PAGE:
308. Peer Advising Practicum in Psychology. Introductory psychology and permission of instructor. A total of 6 credits of Psychology letter-graded experiential courses may be counted for the Psychology concentration. (2-3). (Excl). (EXPERIENTIAL). May be repeated for a total of 6 credits.
This course offered for two or three credits is a supervised practicum for psychology concentrates who wish to learn to help other psychology students through academic advising/counseling. Students are selected by application and interview for the training and supervised practicum. Twelve hours of weekend training in peer facilitation psychology concentration requirements precede the weekly practicum and supervision sessions. A two hour faculty-supervised weekly class and an additional half hour meeting with undergraduate office staff is required. Required also are weekly journals and a final research paper. The purchase of two paperback texts and a course pack are necessary. In addition to experience with individual academic advising, students in this course may elect to help run "focus groups" on subjects of interest to psychology concentrators. The class is limited to about 20 students in order to facilitate discussion, training and supervision of the practicum. For further information please call Dr. Sherry Hatcher at 747-3920. Cost:3 WL:3, Application, interview, and override required from Dr. Hatcher. (Hatcher)
312(391). Junior Honors: Research Methods in Psychology.
Honors concentrators in Psychology. (3). (Excl).
Section 001. This course is intended to help students identify a research topic and develop a concrete research plan for their senior Honors thesis. By the end of the term each student will have written and revised a research proposal that can serve as the introduction and methods sections of a thesis and will also have identified one or more faculty members who are willing to supervise the research project during the following year. Students will also become familiar with a broad array of research methods in psychology, develop some proficiency in writing in standard APA format, and become familiar with some outstanding researchers both on campus and elsewhere. Grades are based on the quality of several reports (both written and oral), the final research proposal, and attendance at and participation in class. The text for the course is A.M. Graziano and M.L. Raulin Research Methods: A Process Of Inquiry (2nd ed.). In addition, students are strongly encouraged to purchase the current APA Publication Manual (4th ed.) and a course pack. Cost:3 WL:1 (Morris)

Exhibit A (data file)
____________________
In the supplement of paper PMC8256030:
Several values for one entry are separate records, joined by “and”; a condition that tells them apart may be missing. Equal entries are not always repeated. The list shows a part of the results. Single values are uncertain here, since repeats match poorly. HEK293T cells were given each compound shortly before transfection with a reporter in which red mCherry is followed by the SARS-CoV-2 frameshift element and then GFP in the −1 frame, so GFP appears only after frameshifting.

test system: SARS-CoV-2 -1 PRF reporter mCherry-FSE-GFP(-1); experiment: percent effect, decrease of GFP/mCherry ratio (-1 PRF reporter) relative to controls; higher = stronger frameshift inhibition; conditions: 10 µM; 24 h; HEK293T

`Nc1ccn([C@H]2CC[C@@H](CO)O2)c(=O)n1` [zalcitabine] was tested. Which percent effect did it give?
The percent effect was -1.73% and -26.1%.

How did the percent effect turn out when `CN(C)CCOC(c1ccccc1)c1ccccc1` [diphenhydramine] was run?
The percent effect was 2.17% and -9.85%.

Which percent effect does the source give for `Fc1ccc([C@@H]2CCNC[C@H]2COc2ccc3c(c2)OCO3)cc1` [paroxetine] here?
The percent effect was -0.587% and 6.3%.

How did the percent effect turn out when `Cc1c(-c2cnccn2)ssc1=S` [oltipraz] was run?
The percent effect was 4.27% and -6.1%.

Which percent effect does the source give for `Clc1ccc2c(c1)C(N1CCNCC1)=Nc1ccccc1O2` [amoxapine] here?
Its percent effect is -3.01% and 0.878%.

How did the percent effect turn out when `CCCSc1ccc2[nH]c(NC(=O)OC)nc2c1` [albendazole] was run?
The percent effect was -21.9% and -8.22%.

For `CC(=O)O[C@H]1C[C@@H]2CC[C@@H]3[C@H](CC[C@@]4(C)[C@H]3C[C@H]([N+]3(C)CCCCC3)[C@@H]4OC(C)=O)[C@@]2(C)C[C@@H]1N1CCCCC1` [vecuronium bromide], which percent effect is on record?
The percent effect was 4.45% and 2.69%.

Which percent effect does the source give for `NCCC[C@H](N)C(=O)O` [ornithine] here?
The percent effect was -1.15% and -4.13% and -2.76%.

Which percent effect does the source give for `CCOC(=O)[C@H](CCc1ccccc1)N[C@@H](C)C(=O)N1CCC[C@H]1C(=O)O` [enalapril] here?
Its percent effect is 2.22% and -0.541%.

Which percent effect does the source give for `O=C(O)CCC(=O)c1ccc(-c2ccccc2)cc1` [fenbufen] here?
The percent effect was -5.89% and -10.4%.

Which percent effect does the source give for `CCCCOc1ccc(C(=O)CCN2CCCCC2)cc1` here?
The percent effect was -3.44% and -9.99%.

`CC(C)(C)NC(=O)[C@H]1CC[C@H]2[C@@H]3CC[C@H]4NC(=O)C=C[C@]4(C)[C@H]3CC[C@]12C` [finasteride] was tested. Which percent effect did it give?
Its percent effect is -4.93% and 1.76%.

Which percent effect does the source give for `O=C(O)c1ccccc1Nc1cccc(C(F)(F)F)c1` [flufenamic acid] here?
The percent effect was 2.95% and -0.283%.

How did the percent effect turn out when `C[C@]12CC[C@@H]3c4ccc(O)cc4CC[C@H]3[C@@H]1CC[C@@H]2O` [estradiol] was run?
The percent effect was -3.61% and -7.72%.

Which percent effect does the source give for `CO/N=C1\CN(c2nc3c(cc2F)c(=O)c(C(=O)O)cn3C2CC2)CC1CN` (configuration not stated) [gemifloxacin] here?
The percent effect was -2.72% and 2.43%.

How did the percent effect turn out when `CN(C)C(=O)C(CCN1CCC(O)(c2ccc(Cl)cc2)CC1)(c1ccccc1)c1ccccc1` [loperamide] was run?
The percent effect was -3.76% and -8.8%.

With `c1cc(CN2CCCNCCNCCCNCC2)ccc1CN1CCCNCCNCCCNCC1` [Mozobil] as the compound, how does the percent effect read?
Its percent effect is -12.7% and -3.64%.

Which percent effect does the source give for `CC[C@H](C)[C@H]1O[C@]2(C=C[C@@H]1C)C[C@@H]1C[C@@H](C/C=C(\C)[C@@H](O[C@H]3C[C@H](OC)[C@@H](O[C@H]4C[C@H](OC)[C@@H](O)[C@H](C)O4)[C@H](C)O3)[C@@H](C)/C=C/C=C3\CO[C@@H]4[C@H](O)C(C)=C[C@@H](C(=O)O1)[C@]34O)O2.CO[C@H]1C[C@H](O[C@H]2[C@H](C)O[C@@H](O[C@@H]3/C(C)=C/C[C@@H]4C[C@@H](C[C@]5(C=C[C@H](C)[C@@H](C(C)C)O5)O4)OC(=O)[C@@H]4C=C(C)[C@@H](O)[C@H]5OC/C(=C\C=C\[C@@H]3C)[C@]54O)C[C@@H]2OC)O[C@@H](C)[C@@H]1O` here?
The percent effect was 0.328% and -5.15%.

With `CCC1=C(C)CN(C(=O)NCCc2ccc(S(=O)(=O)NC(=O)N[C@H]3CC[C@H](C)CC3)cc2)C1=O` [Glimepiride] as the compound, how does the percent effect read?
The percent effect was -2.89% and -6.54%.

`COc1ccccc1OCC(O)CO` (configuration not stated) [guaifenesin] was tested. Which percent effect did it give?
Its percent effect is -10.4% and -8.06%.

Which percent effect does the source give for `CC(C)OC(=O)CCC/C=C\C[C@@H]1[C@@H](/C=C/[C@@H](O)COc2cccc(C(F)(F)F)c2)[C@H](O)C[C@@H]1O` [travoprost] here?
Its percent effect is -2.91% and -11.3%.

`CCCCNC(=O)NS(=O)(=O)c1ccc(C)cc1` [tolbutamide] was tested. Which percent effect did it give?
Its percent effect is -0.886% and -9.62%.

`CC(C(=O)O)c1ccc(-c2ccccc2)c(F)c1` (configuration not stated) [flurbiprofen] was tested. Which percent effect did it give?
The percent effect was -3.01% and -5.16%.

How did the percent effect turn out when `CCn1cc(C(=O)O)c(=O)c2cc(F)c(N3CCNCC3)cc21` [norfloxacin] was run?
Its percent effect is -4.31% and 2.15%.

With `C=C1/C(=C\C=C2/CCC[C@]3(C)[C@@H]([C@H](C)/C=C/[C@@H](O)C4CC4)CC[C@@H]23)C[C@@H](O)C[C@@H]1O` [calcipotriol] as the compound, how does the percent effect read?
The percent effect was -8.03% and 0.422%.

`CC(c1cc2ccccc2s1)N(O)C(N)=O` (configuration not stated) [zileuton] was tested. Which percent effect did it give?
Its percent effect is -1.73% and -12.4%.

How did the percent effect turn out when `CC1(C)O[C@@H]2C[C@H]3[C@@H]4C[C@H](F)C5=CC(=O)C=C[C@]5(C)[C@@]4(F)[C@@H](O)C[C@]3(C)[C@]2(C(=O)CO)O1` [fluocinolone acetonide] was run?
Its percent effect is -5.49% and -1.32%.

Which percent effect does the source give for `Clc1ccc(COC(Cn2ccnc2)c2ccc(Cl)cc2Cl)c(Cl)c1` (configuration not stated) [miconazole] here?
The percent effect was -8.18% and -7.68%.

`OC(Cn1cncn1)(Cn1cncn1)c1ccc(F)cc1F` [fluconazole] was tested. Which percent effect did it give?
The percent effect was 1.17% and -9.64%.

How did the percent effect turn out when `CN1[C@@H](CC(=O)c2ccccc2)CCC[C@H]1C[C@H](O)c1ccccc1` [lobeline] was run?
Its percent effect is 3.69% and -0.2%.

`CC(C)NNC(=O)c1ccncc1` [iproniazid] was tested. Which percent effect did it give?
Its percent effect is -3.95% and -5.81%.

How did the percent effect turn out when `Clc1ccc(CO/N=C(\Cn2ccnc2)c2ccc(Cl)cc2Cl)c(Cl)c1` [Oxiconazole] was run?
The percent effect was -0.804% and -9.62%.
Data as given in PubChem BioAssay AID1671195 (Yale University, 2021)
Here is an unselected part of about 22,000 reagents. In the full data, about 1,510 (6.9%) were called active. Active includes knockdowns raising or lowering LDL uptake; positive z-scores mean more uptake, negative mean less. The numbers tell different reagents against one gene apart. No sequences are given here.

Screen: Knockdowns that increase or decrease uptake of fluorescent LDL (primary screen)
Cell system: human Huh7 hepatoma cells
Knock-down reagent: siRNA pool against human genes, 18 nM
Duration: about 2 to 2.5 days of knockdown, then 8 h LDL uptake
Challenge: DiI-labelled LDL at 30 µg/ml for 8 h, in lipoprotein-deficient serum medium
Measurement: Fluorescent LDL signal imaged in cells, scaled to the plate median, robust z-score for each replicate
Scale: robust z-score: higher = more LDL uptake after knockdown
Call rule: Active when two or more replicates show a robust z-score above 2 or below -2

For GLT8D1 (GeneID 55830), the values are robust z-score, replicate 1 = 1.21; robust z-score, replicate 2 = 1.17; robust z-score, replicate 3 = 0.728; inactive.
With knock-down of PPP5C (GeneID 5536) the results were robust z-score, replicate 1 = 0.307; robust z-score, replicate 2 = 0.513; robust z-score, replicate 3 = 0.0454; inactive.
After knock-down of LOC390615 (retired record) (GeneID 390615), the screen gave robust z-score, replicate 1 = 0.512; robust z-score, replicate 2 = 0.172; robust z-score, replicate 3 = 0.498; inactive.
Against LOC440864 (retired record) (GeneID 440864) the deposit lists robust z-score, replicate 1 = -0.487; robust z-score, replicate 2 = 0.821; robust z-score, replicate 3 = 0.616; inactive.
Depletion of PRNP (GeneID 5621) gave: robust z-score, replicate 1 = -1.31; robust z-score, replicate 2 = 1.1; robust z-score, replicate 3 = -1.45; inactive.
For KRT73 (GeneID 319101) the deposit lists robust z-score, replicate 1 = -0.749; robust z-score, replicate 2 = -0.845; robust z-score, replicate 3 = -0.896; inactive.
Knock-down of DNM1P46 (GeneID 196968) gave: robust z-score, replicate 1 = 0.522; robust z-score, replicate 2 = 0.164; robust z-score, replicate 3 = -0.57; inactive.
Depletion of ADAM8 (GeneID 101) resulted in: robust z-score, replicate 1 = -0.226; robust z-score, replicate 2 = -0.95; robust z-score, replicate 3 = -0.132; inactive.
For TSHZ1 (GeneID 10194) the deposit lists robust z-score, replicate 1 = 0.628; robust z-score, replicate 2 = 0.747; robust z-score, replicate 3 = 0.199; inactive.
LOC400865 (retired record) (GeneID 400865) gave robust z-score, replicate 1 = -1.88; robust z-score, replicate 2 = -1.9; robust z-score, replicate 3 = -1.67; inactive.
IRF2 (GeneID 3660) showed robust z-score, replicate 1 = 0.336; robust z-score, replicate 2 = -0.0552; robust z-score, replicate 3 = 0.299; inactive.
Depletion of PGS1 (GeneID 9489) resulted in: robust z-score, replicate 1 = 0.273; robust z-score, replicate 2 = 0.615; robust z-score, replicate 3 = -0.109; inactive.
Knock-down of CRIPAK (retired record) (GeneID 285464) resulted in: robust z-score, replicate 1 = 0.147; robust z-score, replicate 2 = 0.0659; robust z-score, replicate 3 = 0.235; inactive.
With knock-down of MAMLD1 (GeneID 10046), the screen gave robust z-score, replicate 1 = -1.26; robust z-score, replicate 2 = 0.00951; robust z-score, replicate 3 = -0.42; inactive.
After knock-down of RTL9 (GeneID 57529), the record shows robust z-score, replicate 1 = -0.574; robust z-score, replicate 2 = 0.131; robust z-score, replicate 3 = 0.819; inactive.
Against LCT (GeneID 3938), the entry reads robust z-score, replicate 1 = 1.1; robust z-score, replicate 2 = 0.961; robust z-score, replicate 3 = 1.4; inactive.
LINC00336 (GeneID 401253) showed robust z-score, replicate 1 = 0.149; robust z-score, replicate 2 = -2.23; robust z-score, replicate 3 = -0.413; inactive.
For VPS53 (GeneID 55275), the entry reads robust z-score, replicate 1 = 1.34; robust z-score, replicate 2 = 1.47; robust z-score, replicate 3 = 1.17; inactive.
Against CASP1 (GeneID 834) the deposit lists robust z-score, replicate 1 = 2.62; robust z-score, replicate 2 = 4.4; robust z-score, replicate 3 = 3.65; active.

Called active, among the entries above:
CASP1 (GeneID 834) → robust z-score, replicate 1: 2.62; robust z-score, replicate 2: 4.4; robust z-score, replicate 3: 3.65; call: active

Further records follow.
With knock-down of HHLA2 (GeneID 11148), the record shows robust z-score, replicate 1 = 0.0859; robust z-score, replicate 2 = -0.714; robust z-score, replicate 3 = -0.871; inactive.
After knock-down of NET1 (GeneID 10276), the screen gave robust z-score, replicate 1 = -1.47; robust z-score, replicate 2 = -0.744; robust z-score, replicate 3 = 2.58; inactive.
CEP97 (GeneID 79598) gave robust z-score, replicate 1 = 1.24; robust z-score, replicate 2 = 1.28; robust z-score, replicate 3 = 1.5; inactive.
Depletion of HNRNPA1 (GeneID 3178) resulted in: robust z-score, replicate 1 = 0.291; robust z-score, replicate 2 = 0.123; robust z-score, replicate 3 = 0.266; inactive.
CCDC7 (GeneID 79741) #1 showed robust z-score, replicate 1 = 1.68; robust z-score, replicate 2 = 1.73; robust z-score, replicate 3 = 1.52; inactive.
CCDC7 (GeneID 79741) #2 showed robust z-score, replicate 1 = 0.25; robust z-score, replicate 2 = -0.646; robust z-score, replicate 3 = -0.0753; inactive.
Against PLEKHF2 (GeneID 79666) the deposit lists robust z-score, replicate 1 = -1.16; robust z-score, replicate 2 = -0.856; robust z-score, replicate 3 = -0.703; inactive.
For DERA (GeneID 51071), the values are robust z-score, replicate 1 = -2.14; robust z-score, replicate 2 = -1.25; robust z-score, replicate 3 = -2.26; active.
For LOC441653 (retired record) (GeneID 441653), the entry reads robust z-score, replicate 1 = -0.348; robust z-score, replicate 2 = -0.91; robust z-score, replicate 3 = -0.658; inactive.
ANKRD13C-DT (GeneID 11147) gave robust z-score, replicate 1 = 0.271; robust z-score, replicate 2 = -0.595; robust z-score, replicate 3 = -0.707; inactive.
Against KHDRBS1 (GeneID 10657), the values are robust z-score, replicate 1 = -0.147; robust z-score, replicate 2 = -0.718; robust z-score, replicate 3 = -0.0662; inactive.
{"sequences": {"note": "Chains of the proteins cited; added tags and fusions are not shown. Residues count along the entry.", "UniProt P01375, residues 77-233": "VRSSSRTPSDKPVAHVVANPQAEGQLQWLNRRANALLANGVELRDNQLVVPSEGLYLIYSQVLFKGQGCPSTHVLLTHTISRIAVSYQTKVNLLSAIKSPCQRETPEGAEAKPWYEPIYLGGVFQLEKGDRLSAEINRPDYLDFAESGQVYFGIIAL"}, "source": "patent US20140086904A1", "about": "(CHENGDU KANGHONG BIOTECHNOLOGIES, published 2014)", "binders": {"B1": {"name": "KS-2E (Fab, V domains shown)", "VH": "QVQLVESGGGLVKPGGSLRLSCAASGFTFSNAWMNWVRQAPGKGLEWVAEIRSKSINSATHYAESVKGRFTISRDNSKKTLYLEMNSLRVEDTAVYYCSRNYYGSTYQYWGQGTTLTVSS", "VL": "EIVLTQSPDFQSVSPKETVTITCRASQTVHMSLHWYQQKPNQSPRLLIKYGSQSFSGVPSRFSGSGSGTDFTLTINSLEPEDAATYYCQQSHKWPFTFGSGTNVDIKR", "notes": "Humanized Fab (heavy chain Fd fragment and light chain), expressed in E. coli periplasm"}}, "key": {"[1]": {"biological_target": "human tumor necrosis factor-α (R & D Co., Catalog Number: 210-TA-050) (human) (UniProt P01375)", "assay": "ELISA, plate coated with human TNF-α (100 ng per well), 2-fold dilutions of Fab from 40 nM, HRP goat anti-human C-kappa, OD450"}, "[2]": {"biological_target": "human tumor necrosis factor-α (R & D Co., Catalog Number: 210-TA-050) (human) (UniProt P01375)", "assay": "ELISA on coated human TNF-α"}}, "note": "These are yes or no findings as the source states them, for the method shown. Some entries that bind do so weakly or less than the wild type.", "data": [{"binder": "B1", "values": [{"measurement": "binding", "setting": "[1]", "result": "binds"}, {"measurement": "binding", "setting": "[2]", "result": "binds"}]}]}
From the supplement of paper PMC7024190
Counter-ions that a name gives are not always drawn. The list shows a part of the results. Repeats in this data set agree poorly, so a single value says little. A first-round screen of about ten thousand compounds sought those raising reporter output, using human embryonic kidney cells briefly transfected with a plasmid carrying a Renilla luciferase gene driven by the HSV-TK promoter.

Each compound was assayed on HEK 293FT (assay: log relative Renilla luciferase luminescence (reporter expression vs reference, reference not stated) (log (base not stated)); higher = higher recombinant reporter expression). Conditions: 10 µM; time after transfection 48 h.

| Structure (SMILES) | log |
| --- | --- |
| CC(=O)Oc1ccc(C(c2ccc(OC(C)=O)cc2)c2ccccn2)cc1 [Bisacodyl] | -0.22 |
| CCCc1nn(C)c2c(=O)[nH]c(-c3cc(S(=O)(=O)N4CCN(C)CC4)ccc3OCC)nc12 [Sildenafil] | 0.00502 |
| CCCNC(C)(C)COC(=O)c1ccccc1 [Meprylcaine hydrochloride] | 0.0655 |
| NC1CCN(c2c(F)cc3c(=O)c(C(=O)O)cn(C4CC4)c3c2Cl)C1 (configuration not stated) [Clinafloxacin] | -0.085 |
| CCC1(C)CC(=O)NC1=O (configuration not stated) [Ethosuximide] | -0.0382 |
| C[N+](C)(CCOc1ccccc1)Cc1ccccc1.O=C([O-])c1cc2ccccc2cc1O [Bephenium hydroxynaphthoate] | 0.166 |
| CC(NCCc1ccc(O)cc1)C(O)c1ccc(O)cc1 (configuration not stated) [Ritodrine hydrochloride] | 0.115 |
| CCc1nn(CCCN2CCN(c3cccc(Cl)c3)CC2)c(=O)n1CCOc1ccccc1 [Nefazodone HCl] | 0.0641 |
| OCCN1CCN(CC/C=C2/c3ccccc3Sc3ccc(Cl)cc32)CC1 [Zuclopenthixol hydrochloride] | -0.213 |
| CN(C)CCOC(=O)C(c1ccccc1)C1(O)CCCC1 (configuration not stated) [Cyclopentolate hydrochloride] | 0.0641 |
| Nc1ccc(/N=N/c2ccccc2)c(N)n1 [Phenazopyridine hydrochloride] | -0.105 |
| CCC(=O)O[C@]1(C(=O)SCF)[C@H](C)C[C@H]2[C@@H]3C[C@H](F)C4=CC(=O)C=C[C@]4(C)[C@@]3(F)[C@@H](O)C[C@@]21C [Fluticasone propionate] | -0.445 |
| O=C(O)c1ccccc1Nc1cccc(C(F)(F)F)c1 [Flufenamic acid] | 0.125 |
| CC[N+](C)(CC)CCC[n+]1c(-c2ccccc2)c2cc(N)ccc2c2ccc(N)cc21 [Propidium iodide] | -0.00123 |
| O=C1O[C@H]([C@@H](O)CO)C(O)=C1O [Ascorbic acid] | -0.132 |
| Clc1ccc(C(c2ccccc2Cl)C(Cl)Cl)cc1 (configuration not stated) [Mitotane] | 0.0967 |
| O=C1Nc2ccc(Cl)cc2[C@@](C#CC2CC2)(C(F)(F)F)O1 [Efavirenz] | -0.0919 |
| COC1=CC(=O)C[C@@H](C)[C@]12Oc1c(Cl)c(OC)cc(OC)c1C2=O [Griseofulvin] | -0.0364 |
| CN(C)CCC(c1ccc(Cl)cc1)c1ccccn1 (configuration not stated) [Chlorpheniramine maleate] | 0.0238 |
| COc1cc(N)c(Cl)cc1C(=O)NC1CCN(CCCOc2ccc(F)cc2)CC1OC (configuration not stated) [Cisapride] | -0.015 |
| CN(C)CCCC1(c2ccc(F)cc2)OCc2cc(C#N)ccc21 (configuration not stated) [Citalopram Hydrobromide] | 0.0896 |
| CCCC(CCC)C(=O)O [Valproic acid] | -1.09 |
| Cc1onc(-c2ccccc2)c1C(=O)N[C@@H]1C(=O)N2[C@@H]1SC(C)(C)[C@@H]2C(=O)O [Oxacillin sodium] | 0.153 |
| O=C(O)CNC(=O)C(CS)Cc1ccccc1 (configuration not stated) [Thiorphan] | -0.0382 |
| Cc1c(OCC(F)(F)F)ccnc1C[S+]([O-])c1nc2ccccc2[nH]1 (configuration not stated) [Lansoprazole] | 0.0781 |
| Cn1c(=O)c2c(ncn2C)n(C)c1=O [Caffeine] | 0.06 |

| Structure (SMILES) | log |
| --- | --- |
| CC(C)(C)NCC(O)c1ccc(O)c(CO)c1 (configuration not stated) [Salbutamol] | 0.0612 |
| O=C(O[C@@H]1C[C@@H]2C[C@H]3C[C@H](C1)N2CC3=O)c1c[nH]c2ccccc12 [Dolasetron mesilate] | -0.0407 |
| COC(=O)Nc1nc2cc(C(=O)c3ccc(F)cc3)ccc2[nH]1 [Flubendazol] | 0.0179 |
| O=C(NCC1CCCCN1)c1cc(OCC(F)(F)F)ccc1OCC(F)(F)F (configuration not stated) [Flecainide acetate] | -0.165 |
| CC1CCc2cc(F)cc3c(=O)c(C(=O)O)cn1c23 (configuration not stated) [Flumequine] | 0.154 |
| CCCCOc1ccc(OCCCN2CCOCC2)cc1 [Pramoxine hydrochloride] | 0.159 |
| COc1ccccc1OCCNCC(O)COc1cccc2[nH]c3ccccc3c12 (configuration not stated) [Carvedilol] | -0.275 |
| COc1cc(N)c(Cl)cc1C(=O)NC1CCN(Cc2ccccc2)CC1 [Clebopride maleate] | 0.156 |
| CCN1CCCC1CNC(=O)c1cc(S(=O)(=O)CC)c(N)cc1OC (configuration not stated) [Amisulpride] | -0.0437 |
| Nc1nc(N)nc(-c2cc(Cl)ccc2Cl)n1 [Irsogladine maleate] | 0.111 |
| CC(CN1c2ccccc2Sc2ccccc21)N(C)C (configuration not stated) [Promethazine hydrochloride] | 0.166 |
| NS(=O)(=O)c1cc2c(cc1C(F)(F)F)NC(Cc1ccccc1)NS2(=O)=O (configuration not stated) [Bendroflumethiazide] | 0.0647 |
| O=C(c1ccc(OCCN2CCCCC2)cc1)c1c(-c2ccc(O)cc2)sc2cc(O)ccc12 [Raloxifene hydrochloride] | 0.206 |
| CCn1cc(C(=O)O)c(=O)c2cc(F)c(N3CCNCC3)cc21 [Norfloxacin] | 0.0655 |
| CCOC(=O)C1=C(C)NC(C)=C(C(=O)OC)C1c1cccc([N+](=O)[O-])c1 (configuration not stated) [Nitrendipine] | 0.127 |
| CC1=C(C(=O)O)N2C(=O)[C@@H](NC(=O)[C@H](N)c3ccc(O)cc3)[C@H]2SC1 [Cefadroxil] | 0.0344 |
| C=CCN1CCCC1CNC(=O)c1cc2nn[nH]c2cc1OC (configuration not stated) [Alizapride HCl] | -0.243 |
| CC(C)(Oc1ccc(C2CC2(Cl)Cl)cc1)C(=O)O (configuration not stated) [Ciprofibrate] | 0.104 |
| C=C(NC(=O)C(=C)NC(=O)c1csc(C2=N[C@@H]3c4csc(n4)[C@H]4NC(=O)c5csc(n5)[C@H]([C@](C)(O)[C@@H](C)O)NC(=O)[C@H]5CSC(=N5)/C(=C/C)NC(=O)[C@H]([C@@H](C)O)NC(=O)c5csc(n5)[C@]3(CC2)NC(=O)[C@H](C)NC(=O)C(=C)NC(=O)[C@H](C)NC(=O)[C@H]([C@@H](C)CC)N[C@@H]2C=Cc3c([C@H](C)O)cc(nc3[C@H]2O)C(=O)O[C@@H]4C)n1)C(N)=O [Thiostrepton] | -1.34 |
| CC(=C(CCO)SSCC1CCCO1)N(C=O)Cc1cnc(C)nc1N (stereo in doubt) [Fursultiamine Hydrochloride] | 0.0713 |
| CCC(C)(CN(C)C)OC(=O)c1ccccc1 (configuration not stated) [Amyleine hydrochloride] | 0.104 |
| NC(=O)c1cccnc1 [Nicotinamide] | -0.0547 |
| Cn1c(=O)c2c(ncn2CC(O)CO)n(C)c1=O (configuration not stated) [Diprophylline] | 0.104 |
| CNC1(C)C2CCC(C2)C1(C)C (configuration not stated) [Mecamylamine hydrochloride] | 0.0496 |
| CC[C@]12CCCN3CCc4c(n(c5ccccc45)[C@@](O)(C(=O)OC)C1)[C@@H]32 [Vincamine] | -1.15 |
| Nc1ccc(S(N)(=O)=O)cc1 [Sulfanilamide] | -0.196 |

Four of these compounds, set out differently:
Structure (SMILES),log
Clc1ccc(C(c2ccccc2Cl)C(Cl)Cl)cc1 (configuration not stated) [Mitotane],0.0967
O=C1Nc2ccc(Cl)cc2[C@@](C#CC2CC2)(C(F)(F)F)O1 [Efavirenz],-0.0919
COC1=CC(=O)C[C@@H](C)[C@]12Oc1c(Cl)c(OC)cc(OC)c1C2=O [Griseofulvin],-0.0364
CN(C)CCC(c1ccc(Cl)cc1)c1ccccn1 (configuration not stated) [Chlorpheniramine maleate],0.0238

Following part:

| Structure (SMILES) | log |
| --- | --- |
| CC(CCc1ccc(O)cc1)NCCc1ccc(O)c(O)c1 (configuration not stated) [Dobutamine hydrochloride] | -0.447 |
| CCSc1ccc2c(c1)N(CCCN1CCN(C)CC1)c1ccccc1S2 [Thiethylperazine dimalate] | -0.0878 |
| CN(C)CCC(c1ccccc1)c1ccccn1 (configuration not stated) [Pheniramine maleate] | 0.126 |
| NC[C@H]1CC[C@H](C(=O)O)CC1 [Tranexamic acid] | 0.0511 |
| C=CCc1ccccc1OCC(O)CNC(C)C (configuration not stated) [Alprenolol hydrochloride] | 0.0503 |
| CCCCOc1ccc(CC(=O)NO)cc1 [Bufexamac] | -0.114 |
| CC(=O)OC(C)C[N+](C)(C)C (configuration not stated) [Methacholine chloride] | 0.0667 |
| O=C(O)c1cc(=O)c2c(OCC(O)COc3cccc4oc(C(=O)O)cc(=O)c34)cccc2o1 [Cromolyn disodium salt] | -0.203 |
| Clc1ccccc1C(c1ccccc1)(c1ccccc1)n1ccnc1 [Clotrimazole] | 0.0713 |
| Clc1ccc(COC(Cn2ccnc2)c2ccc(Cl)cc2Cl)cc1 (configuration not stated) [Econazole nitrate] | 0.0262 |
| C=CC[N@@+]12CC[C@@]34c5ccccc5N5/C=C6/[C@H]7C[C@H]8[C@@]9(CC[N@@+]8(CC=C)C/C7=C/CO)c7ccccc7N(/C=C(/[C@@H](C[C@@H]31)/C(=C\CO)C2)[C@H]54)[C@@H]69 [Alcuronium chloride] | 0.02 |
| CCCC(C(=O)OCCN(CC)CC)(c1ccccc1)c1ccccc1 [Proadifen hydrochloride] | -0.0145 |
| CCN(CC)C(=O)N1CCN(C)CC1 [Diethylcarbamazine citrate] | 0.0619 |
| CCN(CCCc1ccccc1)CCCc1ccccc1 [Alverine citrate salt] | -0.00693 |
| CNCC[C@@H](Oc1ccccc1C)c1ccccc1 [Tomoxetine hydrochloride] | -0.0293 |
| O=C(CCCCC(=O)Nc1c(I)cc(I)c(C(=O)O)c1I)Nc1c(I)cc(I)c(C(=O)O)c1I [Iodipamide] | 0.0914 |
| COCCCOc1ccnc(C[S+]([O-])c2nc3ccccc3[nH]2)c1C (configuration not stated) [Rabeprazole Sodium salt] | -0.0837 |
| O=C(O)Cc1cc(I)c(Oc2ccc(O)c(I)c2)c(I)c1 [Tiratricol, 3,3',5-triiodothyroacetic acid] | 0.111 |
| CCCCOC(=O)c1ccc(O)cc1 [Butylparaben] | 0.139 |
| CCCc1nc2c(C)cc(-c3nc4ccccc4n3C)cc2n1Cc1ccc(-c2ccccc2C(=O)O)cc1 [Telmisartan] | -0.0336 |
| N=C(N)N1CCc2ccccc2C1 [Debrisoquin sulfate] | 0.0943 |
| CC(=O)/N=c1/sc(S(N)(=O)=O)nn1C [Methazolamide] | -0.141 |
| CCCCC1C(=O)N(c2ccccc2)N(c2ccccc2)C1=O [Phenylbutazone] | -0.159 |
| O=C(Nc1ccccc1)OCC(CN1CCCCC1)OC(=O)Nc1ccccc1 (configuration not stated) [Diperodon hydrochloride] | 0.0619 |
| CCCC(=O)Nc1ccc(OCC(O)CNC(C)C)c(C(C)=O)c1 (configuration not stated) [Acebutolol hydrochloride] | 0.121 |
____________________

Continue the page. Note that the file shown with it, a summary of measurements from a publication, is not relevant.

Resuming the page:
Section 002. This course is designed to help the student prepare to carry out a research project for a senior Honors thesis. We will focus on the selection and development of topics, literature reviews, and research design. Class time will be devoted to discussions in which students can share their questions, knowledge, and interests as they develop their research proposals. Evaluation will be based on short papers and presentations, and on a larger paper describing a proposed research project. Cost:2 WL:4 (Inglehart)